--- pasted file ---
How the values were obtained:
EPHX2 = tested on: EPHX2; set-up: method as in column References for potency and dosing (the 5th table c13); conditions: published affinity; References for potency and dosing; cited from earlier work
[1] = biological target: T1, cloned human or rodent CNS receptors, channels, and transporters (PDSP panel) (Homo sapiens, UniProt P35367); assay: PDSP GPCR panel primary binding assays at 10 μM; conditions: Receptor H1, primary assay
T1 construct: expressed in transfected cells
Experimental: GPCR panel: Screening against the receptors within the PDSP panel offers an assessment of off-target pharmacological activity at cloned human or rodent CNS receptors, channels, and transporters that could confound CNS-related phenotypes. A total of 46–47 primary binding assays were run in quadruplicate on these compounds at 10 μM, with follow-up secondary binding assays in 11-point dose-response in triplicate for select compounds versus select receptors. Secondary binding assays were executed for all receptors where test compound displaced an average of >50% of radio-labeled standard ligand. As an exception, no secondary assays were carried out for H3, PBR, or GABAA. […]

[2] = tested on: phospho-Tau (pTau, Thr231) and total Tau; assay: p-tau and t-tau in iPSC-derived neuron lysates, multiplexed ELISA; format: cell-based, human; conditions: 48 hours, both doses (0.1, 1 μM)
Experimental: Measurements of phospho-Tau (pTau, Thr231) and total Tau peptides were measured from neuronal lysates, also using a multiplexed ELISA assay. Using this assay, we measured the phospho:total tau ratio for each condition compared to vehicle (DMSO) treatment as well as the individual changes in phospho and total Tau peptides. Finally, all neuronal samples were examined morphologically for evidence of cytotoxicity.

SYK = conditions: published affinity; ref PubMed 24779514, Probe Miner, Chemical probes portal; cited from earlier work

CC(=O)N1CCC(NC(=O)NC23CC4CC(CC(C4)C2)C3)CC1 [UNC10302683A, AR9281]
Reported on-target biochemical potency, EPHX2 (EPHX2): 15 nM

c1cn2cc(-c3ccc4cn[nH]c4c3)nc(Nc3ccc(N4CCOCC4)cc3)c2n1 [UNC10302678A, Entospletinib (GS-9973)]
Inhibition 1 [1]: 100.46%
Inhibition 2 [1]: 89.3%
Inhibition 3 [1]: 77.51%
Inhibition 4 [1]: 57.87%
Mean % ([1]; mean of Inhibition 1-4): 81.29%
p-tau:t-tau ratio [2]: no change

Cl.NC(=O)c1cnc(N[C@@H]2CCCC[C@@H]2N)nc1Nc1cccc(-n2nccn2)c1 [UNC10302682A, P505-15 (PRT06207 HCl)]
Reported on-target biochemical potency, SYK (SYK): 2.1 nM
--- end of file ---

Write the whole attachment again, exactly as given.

How the values were obtained:
EPHX2 = tested on: EPHX2; set-up: method as in column References for potency and dosing (the 5th table c13); conditions: published affinity; References for potency and dosing; cited from earlier work
[1] = biological target: T1, cloned human or rodent CNS receptors, channels, and transporters (PDSP panel) (Homo sapiens, UniProt P35367); assay: PDSP GPCR panel primary binding assays at 10 μM; conditions: Receptor H1, primary assay
T1 construct: expressed in transfected cells
Experimental: GPCR panel: Screening against the receptors within the PDSP panel offers an assessment of off-target pharmacological activity at cloned human or rodent CNS receptors, channels, and transporters that could confound CNS-related phenotypes. A total of 46–47 primary binding assays were run in quadruplicate on these compounds at 10 μM, with follow-up secondary binding assays in 11-point dose-response in triplicate for select compounds versus select receptors. Secondary binding assays were executed for all receptors where test compound displaced an average of >50% of radio-labeled standard ligand. As an exception, no secondary assays were carried out for H3, PBR, or GABAA. […]

[2] = tested on: phospho-Tau (pTau, Thr231) and total Tau; assay: p-tau and t-tau in iPSC-derived neuron lysates, multiplexed ELISA; format: cell-based, human; conditions: 48 hours, both doses (0.1, 1 μM)
Experimental: Measurements of phospho-Tau (pTau, Thr231) and total Tau peptides were measured from neuronal lysates, also using a multiplexed ELISA assay. Using this assay, we measured the phospho:total tau ratio for each condition compared to vehicle (DMSO) treatment as well as the individual changes in phospho and total Tau peptides. Finally, all neuronal samples were examined morphologically for evidence of cytotoxicity.

SYK = conditions: published affinity; ref PubMed 24779514, Probe Miner, Chemical probes portal; cited from earlier work

CC(=O)N1CCC(NC(=O)NC23CC4CC(CC(C4)C2)C3)CC1 [UNC10302683A, AR9281]
Reported on-target biochemical potency, EPHX2 (EPHX2): 15 nM

c1cn2cc(-c3ccc4cn[nH]c4c3)nc(Nc3ccc(N4CCOCC4)cc3)c2n1 [UNC10302678A, Entospletinib (GS-9973)]
Inhibition 1 [1]: 100.46%
Inhibition 2 [1]: 89.3%
Inhibition 3 [1]: 77.51%
Inhibition 4 [1]: 57.87%
Mean % ([1]; mean of Inhibition 1-4): 81.29%
p-tau:t-tau ratio [2]: no change

Cl.NC(=O)c1cnc(N[C@@H]2CCCC[C@@H]2N)nc1Nc1cccc(-n2nccn2)c1 [UNC10302682A, P505-15 (PRT06207 HCl)]
Reported on-target biochemical potency, SYK (SYK): 2.1 nM